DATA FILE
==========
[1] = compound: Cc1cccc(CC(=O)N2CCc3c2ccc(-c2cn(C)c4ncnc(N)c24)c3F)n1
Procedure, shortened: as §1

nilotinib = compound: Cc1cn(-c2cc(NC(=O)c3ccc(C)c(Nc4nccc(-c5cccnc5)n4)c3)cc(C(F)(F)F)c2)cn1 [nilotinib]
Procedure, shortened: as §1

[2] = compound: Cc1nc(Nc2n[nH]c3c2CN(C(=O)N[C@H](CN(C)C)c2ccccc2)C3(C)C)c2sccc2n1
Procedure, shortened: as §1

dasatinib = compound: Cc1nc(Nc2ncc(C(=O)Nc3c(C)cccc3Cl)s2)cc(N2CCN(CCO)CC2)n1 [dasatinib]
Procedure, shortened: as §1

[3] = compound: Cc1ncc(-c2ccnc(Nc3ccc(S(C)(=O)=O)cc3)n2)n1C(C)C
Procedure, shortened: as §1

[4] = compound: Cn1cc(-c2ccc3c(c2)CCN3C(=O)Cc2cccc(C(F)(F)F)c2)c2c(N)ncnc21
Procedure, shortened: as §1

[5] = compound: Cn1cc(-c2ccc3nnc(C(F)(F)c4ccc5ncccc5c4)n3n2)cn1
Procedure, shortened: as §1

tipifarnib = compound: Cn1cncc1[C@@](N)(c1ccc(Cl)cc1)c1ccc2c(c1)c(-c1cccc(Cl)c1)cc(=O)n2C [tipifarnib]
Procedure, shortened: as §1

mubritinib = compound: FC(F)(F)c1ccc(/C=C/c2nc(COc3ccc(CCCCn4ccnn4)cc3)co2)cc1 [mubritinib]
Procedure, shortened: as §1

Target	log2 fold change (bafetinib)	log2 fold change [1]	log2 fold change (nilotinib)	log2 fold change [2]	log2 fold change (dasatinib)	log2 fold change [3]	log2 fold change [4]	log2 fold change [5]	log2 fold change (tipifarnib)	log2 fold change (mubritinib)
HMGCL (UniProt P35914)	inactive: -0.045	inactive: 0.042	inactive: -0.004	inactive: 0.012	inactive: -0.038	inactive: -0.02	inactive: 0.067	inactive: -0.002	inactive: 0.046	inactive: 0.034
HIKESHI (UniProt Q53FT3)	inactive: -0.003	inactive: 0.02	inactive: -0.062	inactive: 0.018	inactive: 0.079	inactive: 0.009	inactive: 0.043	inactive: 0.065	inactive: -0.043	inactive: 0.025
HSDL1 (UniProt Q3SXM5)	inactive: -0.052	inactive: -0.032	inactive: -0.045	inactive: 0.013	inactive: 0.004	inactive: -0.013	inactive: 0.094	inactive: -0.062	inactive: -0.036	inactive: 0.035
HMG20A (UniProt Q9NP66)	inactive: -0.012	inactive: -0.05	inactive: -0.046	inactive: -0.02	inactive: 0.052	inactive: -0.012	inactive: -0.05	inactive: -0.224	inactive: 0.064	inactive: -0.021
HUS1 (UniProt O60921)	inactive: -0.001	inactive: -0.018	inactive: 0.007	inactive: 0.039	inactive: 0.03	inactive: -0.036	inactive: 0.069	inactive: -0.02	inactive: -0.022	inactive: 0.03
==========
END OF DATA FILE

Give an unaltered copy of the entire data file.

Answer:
[1] = compound: Cc1cccc(CC(=O)N2CCc3c2ccc(-c2cn(C)c4ncnc(N)c24)c3F)n1
Procedure, shortened: as §1

nilotinib = compound: Cc1cn(-c2cc(NC(=O)c3ccc(C)c(Nc4nccc(-c5cccnc5)n4)c3)cc(C(F)(F)F)c2)cn1 [nilotinib]
Procedure, shortened: as §1

[2] = compound: Cc1nc(Nc2n[nH]c3c2CN(C(=O)N[C@H](CN(C)C)c2ccccc2)C3(C)C)c2sccc2n1
Procedure, shortened: as §1

dasatinib = compound: Cc1nc(Nc2ncc(C(=O)Nc3c(C)cccc3Cl)s2)cc(N2CCN(CCO)CC2)n1 [dasatinib]
Procedure, shortened: as §1

[3] = compound: Cc1ncc(-c2ccnc(Nc3ccc(S(C)(=O)=O)cc3)n2)n1C(C)C
Procedure, shortened: as §1

[4] = compound: Cn1cc(-c2ccc3c(c2)CCN3C(=O)Cc2cccc(C(F)(F)F)c2)c2c(N)ncnc21
Procedure, shortened: as §1

[5] = compound: Cn1cc(-c2ccc3nnc(C(F)(F)c4ccc5ncccc5c4)n3n2)cn1
Procedure, shortened: as §1

tipifarnib = compound: Cn1cncc1[C@@](N)(c1ccc(Cl)cc1)c1ccc2c(c1)c(-c1cccc(Cl)c1)cc(=O)n2C [tipifarnib]
Procedure, shortened: as §1

mubritinib = compound: FC(F)(F)c1ccc(/C=C/c2nc(COc3ccc(CCCCn4ccnn4)cc3)co2)cc1 [mubritinib]
Procedure, shortened: as §1

Target	log2 fold change (bafetinib)	log2 fold change [1]	log2 fold change (nilotinib)	log2 fold change [2]	log2 fold change (dasatinib)	log2 fold change [3]	log2 fold change [4]	log2 fold change [5]	log2 fold change (tipifarnib)	log2 fold change (mubritinib)
HMGCL (UniProt P35914)	inactive: -0.045	inactive: 0.042	inactive: -0.004	inactive: 0.012	inactive: -0.038	inactive: -0.02	inactive: 0.067	inactive: -0.002	inactive: 0.046	inactive: 0.034
HIKESHI (UniProt Q53FT3)	inactive: -0.003	inactive: 0.02	inactive: -0.062	inactive: 0.018	inactive: 0.079	inactive: 0.009	inactive: 0.043	inactive: 0.065	inactive: -0.043	inactive: 0.025
HSDL1 (UniProt Q3SXM5)	inactive: -0.052	inactive: -0.032	inactive: -0.045	inactive: 0.013	inactive: 0.004	inactive: -0.013	inactive: 0.094	inactive: -0.062	inactive: -0.036	inactive: 0.035
HMG20A (UniProt Q9NP66)	inactive: -0.012	inactive: -0.05	inactive: -0.046	inactive: -0.02	inactive: 0.052	inactive: -0.012	inactive: -0.05	inactive: -0.224	inactive: 0.064	inactive: -0.021
HUS1 (UniProt O60921)	inactive: -0.001	inactive: -0.018	inactive: 0.007	inactive: 0.039	inactive: 0.03	inactive: -0.036	inactive: 0.069	inactive: -0.02	inactive: -0.022	inactive: 0.03